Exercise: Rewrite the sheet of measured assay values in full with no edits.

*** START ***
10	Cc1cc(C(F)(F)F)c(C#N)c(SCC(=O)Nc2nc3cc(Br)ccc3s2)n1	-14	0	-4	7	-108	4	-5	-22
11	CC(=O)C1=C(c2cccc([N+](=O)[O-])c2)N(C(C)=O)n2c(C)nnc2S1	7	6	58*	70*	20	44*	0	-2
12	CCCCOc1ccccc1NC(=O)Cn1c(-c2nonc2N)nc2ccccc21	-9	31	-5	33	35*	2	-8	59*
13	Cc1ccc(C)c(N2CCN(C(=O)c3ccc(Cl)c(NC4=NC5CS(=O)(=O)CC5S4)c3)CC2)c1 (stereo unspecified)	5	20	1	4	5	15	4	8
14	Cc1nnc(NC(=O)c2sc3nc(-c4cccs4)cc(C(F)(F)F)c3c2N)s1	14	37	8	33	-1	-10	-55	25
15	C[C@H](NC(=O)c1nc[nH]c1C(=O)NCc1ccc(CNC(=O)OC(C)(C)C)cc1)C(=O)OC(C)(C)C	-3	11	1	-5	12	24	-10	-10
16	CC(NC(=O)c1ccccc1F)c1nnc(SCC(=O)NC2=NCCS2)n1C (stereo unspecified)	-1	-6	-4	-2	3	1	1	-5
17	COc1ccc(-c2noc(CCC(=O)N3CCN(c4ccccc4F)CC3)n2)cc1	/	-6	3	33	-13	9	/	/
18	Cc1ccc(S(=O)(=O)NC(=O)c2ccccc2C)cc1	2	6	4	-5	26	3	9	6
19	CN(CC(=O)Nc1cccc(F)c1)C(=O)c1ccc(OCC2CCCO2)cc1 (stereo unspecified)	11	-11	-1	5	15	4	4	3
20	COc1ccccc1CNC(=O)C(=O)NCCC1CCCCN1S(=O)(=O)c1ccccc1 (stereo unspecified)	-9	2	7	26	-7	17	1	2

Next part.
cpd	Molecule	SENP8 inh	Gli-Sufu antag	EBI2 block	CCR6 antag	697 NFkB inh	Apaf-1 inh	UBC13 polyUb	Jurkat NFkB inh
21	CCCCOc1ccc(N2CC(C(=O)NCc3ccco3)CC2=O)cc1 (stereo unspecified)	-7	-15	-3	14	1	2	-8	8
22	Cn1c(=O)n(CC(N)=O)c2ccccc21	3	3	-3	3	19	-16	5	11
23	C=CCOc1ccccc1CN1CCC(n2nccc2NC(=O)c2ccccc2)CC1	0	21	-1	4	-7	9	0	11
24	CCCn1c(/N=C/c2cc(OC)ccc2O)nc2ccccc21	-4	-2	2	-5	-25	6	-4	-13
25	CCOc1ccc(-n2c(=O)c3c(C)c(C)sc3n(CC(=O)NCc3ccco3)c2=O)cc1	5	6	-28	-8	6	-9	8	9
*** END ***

10	Cc1cc(C(F)(F)F)c(C#N)c(SCC(=O)Nc2nc3cc(Br)ccc3s2)n1	-14	0	-4	7	-108	4	-5	-22
11	CC(=O)C1=C(c2cccc([N+](=O)[O-])c2)N(C(C)=O)n2c(C)nnc2S1	7	6	58*	70*	20	44*	0	-2
12	CCCCOc1ccccc1NC(=O)Cn1c(-c2nonc2N)nc2ccccc21	-9	31	-5	33	35*	2	-8	59*
13	Cc1ccc(C)c(N2CCN(C(=O)c3ccc(Cl)c(NC4=NC5CS(=O)(=O)CC5S4)c3)CC2)c1 (stereo unspecified)	5	20	1	4	5	15	4	8
14	Cc1nnc(NC(=O)c2sc3nc(-c4cccs4)cc(C(F)(F)F)c3c2N)s1	14	37	8	33	-1	-10	-55	25
15	C[C@H](NC(=O)c1nc[nH]c1C(=O)NCc1ccc(CNC(=O)OC(C)(C)C)cc1)C(=O)OC(C)(C)C	-3	11	1	-5	12	24	-10	-10
16	CC(NC(=O)c1ccccc1F)c1nnc(SCC(=O)NC2=NCCS2)n1C (stereo unspecified)	-1	-6	-4	-2	3	1	1	-5
17	COc1ccc(-c2noc(CCC(=O)N3CCN(c4ccccc4F)CC3)n2)cc1	/	-6	3	33	-13	9	/	/
18	Cc1ccc(S(=O)(=O)NC(=O)c2ccccc2C)cc1	2	6	4	-5	26	3	9	6
19	CN(CC(=O)Nc1cccc(F)c1)C(=O)c1ccc(OCC2CCCO2)cc1 (stereo unspecified)	11	-11	-1	5	15	4	4	3
20	COc1ccccc1CNC(=O)C(=O)NCCC1CCCCN1S(=O)(=O)c1ccccc1 (stereo unspecified)	-9	2	7	26	-7	17	1	2

Next part.
cpd	Molecule	SENP8 inh	Gli-Sufu antag	EBI2 block	CCR6 antag	697 NFkB inh	Apaf-1 inh	UBC13 polyUb	Jurkat NFkB inh
21	CCCCOc1ccc(N2CC(C(=O)NCc3ccco3)CC2=O)cc1 (stereo unspecified)	-7	-15	-3	14	1	2	-8	8
22	Cn1c(=O)n(CC(N)=O)c2ccccc21	3	3	-3	3	19	-16	5	11
23	C=CCOc1ccccc1CN1CCC(n2nccc2NC(=O)c2ccccc2)CC1	0	21	-1	4	-7	9	0	11
24	CCCn1c(/N=C/c2cc(OC)ccc2O)nc2ccccc21	-4	-2	2	-5	-25	6	-4	-13
25	CCOc1ccc(-n2c(=O)c3c(C)c(C)sc3n(CC(=O)NCc3ccco3)c2=O)cc1	5	6	-28	-8	6	-9	8	9